Broad City

Comedy Central has found its answer to HBO’s “Girls.” The pilot involved two 20-somethings’ attempts to raise money for a Lil Wayne concert: stealing from work, street performing and cleaning the apartment of a creepy guy (played by “Saturday Night Live” cast member Fred Armisen) in their underwear. Let’s just say their efforts to get to “Weezy” were not successful.

On Saturday, March 8, the duo behind that new comedy show, “Broad City,” will perform at Terminal West in Atlanta as part of their 18-city Broad City Live Tour.

The show’s stars, Abbi Jacobson and Ilana Glazer, co-produce the show along with former “Saturday Night Live” cast member Amy Poehler.

The inspiration for the show, according to Jacobson, was the two women’s friendship.

“We just noticed that our friendship was really, really funny to us – we had a great dynamic,” Jacobson said in a college conference call in which the Wheel participated.

She added that, at the New York City-based theater company Upright Citizens Brigade (UCB), neither of them were ever chosen for improvisation teams.

“We just thought, let’s do our own thing,” Jacobson said.

From 2009 to 2011, “Broad City” existed as a web series of two- to seven-minute sketch clips following Glazer and Jacobson as they try to get into yoga, sexually exploit their friend for his washer and dryer and prove to their moms that they aren’t in a lesbian relationship.

In the season finale, Poehler guest-starred as herself, egging them on as they make a dramatized dash for fresh cookies at a New York coffee shop.

“Amy [Poehler] has been involved all the way,” Glazer said, adding that Poehler even helped them pitch their show to Comedy Central. “Who wouldn’t want her to take part?”

Both Jacobson and Glazer are alumni of UCB, which has produced actors like Poehler, Rob Corddry of Adult Swim’s “Children’s Hospital,” Ed Helms of “The Office” and Anthony Jeselnik of Comedy Central’s “The Jeselnik Offensive,” to name a few.

“UCB and the New York comedy community … totally shaped our abilities,” Glazer said, calling the theater company “a tight support group” that “allowed us to have the confidence to make the web series in the first place.”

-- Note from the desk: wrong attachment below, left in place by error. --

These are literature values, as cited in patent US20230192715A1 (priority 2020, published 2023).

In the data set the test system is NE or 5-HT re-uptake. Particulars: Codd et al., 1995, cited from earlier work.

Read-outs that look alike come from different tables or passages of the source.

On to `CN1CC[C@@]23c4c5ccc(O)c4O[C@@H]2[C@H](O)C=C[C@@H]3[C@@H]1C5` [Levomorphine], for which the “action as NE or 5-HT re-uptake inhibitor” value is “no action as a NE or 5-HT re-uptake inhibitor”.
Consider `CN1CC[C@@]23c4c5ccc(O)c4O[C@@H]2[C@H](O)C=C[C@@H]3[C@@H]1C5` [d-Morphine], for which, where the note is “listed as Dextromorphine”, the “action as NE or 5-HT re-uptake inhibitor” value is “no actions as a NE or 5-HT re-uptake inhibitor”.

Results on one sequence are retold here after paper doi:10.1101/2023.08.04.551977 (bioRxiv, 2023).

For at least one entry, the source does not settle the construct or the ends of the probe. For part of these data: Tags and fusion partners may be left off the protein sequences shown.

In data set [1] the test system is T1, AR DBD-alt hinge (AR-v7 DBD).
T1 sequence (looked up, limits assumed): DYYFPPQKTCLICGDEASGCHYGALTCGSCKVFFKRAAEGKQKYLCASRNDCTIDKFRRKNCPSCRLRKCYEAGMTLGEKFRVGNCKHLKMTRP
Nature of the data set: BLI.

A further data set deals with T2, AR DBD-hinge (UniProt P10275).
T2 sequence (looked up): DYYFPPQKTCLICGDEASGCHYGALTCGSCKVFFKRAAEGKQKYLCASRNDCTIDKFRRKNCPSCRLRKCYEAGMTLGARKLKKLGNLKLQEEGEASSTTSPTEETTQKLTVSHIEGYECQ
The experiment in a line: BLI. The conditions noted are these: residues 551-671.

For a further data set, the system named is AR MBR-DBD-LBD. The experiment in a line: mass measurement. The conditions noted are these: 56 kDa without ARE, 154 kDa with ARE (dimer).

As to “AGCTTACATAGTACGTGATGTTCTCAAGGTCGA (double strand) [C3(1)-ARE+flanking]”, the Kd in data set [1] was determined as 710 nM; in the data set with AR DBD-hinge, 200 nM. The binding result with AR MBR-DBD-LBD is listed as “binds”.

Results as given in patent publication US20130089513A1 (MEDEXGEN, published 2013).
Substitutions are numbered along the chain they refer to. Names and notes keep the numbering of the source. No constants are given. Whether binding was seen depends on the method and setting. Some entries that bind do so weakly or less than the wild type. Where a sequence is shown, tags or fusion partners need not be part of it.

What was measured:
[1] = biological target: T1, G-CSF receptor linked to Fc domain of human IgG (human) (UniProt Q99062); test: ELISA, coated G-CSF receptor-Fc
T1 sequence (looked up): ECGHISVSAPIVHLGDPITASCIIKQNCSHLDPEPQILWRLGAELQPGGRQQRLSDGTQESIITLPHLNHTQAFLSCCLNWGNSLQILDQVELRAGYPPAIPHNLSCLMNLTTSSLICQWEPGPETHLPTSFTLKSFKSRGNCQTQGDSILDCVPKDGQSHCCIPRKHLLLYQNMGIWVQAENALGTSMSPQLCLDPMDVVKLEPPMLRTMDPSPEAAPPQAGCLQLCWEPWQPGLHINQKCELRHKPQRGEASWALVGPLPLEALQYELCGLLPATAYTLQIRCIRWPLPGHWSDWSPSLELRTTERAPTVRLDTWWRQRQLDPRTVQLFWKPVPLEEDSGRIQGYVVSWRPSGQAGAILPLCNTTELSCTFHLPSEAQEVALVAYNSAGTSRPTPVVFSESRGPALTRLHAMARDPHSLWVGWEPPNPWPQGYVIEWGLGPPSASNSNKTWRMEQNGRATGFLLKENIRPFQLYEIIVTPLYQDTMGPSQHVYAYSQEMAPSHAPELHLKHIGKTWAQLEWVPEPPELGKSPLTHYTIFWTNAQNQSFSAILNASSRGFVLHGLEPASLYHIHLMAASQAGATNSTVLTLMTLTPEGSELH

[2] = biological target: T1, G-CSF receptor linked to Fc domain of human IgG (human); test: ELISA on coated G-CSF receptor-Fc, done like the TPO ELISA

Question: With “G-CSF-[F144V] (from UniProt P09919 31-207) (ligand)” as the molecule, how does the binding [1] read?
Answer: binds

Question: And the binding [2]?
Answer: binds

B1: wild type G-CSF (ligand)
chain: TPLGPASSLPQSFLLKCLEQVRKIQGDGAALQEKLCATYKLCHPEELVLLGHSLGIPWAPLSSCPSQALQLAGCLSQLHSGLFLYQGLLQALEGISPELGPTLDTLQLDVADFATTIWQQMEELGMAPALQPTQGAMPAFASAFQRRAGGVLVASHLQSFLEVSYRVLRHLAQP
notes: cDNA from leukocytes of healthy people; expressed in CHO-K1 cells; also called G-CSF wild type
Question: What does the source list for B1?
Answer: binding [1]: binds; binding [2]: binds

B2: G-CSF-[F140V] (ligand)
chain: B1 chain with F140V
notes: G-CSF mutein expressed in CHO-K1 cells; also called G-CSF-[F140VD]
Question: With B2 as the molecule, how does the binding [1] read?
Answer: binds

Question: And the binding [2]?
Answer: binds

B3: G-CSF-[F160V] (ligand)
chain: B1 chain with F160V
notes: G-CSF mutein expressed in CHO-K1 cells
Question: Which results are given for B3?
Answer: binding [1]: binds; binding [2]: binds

In 2011, The Wall Street Journal described the web series as “sneak-attack feminism,” but Jacobson said that, though they enjoyed hearing about the label, she and Glazer “don’t have that agenda.”

“‘Sneak-attack’ is an awesome way to say that we’re not just female actors and female writers – we’re just actors and writers,” Jacobson said.

Glazer added that the comedy world they came from “never felt like men-versus-women comedy” until they reached mainstream media.

As for its comparison to “Girls” in articles by The New York Times, The New York Post and The Washington Post, both women said they were honored to be placed on the same level as the HBO show.

Though “Broad City” illustrates a raunchier, more purely comedic picture of post-college failure than “Girls” does, both focus on the obstacles of navigating New York City in a generation of selfies and a slumping job market.

“I think our generation has a prolonged adolescence, and the show definitely shows what it feels like,” Glazer said. “Both girls went to college, used it and abused it, as middle-upper-class girls do.”

Perhaps what sets “Broad City” apart from “Girls” and CBS show “2 Broke Girls” is the fact that it is indeed written by, performed by and completely based off of the lives of two college graduates living in New York.

“We try to base the scenes of every episode on things that happened to us, the writers, the crew,” Jacobson said, adding that they keep a spreadsheet of episode-inspiring shenanigans.

The two also recognize the advantage of essentially playing and writing for themselves, calling it “a rare opportunity.”

Jacobson said she enjoys accentuating her insecure side, while Glazer said it’s simply “the best way to perform.”

With their new spot on Comedy Central, the duo faces the challenge of performing for a full sitcom length, rather than that of the several minute clips they broadcast online.

Jacobson said they “loved this transition,” which Glazer called their “TV college.”

“When we started, I would never have imagined this happening,” Jacobson said.

Who knows – maybe in a few years they’ll produce a new show on two queens of comedy with a seasoned knowledge of the ins and outs of in New York City.

– By Lydia O’Neal 

Photo courtesy of Lane Savage